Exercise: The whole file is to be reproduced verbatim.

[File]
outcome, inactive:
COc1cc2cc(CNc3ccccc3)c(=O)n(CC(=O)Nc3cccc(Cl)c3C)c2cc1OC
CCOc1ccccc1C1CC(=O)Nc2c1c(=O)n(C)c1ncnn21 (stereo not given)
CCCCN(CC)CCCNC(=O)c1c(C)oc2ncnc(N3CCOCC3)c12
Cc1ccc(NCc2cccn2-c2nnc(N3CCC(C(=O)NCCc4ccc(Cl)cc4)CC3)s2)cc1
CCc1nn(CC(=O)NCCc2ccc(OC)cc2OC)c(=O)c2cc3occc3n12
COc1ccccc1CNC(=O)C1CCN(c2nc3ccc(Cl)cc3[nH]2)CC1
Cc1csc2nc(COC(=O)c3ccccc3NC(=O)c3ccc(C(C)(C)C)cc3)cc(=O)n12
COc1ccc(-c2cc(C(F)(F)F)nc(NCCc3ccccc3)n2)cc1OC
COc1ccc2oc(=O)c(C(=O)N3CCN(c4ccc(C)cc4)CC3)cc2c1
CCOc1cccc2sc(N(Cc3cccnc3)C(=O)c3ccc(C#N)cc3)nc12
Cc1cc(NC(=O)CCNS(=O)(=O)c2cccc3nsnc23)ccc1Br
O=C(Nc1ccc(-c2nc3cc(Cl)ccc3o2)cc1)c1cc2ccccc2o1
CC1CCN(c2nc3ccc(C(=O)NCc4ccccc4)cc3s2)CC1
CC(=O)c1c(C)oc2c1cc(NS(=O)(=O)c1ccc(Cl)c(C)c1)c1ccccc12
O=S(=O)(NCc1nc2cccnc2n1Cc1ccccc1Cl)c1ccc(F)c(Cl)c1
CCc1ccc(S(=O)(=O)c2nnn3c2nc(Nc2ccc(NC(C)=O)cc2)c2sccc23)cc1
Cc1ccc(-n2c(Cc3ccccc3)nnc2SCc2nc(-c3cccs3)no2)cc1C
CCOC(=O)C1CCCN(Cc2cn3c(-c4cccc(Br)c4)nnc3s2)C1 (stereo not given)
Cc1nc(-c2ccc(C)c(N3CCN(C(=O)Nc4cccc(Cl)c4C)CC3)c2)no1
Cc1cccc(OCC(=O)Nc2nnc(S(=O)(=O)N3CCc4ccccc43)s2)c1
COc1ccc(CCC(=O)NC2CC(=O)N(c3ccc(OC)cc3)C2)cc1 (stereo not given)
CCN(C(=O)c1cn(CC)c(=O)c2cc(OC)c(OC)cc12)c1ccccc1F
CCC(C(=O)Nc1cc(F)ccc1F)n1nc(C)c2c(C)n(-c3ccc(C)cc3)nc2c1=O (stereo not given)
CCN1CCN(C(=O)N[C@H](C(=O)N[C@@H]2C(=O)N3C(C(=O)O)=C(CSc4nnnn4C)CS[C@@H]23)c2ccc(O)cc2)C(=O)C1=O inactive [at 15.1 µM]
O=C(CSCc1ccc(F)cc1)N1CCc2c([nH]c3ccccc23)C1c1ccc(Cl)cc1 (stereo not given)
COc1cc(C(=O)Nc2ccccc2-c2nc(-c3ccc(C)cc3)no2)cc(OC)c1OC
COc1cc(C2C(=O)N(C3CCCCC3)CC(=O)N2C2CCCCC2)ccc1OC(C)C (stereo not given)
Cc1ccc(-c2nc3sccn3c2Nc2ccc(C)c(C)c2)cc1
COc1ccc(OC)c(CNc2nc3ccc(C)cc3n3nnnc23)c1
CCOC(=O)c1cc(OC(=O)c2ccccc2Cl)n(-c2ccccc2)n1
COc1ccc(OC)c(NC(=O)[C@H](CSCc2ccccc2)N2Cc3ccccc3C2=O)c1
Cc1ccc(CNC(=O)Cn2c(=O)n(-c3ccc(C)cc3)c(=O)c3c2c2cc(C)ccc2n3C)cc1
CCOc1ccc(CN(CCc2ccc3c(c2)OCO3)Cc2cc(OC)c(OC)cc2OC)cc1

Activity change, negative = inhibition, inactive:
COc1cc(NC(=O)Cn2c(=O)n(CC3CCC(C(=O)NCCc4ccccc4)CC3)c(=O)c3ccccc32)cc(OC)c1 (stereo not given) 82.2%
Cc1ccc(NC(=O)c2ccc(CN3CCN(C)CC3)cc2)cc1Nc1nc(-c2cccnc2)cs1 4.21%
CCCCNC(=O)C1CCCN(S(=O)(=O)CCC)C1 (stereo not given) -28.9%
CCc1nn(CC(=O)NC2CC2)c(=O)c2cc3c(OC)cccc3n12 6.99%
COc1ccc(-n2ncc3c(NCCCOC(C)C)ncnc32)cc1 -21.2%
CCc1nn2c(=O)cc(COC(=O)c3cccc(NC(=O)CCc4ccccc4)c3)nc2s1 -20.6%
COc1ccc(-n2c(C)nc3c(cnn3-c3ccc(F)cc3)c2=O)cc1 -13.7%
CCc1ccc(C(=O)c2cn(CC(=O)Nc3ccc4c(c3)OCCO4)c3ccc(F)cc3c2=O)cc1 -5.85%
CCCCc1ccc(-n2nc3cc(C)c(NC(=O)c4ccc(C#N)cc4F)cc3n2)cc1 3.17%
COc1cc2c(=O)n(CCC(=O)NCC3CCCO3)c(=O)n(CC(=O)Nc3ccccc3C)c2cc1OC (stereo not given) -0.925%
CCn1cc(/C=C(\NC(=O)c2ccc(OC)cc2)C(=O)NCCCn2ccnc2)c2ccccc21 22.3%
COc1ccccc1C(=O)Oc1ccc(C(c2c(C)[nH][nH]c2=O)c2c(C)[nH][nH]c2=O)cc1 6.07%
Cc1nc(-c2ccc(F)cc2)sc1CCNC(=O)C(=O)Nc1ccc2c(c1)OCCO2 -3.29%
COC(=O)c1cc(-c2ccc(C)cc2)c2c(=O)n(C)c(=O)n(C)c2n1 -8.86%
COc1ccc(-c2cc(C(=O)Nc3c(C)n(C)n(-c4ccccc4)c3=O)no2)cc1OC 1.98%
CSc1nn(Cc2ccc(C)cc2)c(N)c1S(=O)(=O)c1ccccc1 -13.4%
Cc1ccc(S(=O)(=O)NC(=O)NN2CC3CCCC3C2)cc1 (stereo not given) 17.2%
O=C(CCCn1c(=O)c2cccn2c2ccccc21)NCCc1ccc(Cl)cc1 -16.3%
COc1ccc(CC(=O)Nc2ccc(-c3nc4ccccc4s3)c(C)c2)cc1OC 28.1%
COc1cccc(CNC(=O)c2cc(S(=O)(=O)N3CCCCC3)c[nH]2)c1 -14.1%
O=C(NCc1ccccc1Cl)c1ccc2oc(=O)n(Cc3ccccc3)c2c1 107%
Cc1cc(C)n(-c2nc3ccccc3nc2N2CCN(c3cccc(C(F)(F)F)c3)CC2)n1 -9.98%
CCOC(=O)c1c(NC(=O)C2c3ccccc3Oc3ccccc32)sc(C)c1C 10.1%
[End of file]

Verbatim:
outcome, inactive:
COc1cc2cc(CNc3ccccc3)c(=O)n(CC(=O)Nc3cccc(Cl)c3C)c2cc1OC
CCOc1ccccc1C1CC(=O)Nc2c1c(=O)n(C)c1ncnn21 (stereo not given)
CCCCN(CC)CCCNC(=O)c1c(C)oc2ncnc(N3CCOCC3)c12
Cc1ccc(NCc2cccn2-c2nnc(N3CCC(C(=O)NCCc4ccc(Cl)cc4)CC3)s2)cc1
CCc1nn(CC(=O)NCCc2ccc(OC)cc2OC)c(=O)c2cc3occc3n12
COc1ccccc1CNC(=O)C1CCN(c2nc3ccc(Cl)cc3[nH]2)CC1
Cc1csc2nc(COC(=O)c3ccccc3NC(=O)c3ccc(C(C)(C)C)cc3)cc(=O)n12
COc1ccc(-c2cc(C(F)(F)F)nc(NCCc3ccccc3)n2)cc1OC
COc1ccc2oc(=O)c(C(=O)N3CCN(c4ccc(C)cc4)CC3)cc2c1
CCOc1cccc2sc(N(Cc3cccnc3)C(=O)c3ccc(C#N)cc3)nc12
Cc1cc(NC(=O)CCNS(=O)(=O)c2cccc3nsnc23)ccc1Br
O=C(Nc1ccc(-c2nc3cc(Cl)ccc3o2)cc1)c1cc2ccccc2o1
CC1CCN(c2nc3ccc(C(=O)NCc4ccccc4)cc3s2)CC1
CC(=O)c1c(C)oc2c1cc(NS(=O)(=O)c1ccc(Cl)c(C)c1)c1ccccc12
O=S(=O)(NCc1nc2cccnc2n1Cc1ccccc1Cl)c1ccc(F)c(Cl)c1
CCc1ccc(S(=O)(=O)c2nnn3c2nc(Nc2ccc(NC(C)=O)cc2)c2sccc23)cc1
Cc1ccc(-n2c(Cc3ccccc3)nnc2SCc2nc(-c3cccs3)no2)cc1C
CCOC(=O)C1CCCN(Cc2cn3c(-c4cccc(Br)c4)nnc3s2)C1 (stereo not given)
Cc1nc(-c2ccc(C)c(N3CCN(C(=O)Nc4cccc(Cl)c4C)CC3)c2)no1
Cc1cccc(OCC(=O)Nc2nnc(S(=O)(=O)N3CCc4ccccc43)s2)c1
COc1ccc(CCC(=O)NC2CC(=O)N(c3ccc(OC)cc3)C2)cc1 (stereo not given)
CCN(C(=O)c1cn(CC)c(=O)c2cc(OC)c(OC)cc12)c1ccccc1F
CCC(C(=O)Nc1cc(F)ccc1F)n1nc(C)c2c(C)n(-c3ccc(C)cc3)nc2c1=O (stereo not given)
CCN1CCN(C(=O)N[C@H](C(=O)N[C@@H]2C(=O)N3C(C(=O)O)=C(CSc4nnnn4C)CS[C@@H]23)c2ccc(O)cc2)C(=O)C1=O inactive [at 15.1 µM]
O=C(CSCc1ccc(F)cc1)N1CCc2c([nH]c3ccccc23)C1c1ccc(Cl)cc1 (stereo not given)
COc1cc(C(=O)Nc2ccccc2-c2nc(-c3ccc(C)cc3)no2)cc(OC)c1OC
COc1cc(C2C(=O)N(C3CCCCC3)CC(=O)N2C2CCCCC2)ccc1OC(C)C (stereo not given)
Cc1ccc(-c2nc3sccn3c2Nc2ccc(C)c(C)c2)cc1
COc1ccc(OC)c(CNc2nc3ccc(C)cc3n3nnnc23)c1
CCOC(=O)c1cc(OC(=O)c2ccccc2Cl)n(-c2ccccc2)n1
COc1ccc(OC)c(NC(=O)[C@H](CSCc2ccccc2)N2Cc3ccccc3C2=O)c1
Cc1ccc(CNC(=O)Cn2c(=O)n(-c3ccc(C)cc3)c(=O)c3c2c2cc(C)ccc2n3C)cc1
CCOc1ccc(CN(CCc2ccc3c(c2)OCO3)Cc2cc(OC)c(OC)cc2OC)cc1

Activity change, negative = inhibition, inactive:
COc1cc(NC(=O)Cn2c(=O)n(CC3CCC(C(=O)NCCc4ccccc4)CC3)c(=O)c3ccccc32)cc(OC)c1 (stereo not given) 82.2%
Cc1ccc(NC(=O)c2ccc(CN3CCN(C)CC3)cc2)cc1Nc1nc(-c2cccnc2)cs1 4.21%
CCCCNC(=O)C1CCCN(S(=O)(=O)CCC)C1 (stereo not given) -28.9%
CCc1nn(CC(=O)NC2CC2)c(=O)c2cc3c(OC)cccc3n12 6.99%
COc1ccc(-n2ncc3c(NCCCOC(C)C)ncnc32)cc1 -21.2%
CCc1nn2c(=O)cc(COC(=O)c3cccc(NC(=O)CCc4ccccc4)c3)nc2s1 -20.6%
COc1ccc(-n2c(C)nc3c(cnn3-c3ccc(F)cc3)c2=O)cc1 -13.7%
CCc1ccc(C(=O)c2cn(CC(=O)Nc3ccc4c(c3)OCCO4)c3ccc(F)cc3c2=O)cc1 -5.85%
CCCCc1ccc(-n2nc3cc(C)c(NC(=O)c4ccc(C#N)cc4F)cc3n2)cc1 3.17%
COc1cc2c(=O)n(CCC(=O)NCC3CCCO3)c(=O)n(CC(=O)Nc3ccccc3C)c2cc1OC (stereo not given) -0.925%
CCn1cc(/C=C(\NC(=O)c2ccc(OC)cc2)C(=O)NCCCn2ccnc2)c2ccccc21 22.3%
COc1ccccc1C(=O)Oc1ccc(C(c2c(C)[nH][nH]c2=O)c2c(C)[nH][nH]c2=O)cc1 6.07%
Cc1nc(-c2ccc(F)cc2)sc1CCNC(=O)C(=O)Nc1ccc2c(c1)OCCO2 -3.29%
COC(=O)c1cc(-c2ccc(C)cc2)c2c(=O)n(C)c(=O)n(C)c2n1 -8.86%
COc1ccc(-c2cc(C(=O)Nc3c(C)n(C)n(-c4ccccc4)c3=O)no2)cc1OC 1.98%
CSc1nn(Cc2ccc(C)cc2)c(N)c1S(=O)(=O)c1ccccc1 -13.4%
Cc1ccc(S(=O)(=O)NC(=O)NN2CC3CCCC3C2)cc1 (stereo not given) 17.2%
O=C(CCCn1c(=O)c2cccn2c2ccccc21)NCCc1ccc(Cl)cc1 -16.3%
COc1ccc(CC(=O)Nc2ccc(-c3nc4ccccc4s3)c(C)c2)cc1OC 28.1%
COc1cccc(CNC(=O)c2cc(S(=O)(=O)N3CCCCC3)c[nH]2)c1 -14.1%
O=C(NCc1ccccc1Cl)c1ccc2oc(=O)n(Cc3ccccc3)c2c1 107%
Cc1cc(C)n(-c2nc3ccccc3nc2N2CCN(c3cccc(C(F)(F)F)c3)CC2)n1 -9.98%
CCOC(=O)c1c(NC(=O)C2c3ccccc3Oc3ccccc32)sc(C)c1C 10.1%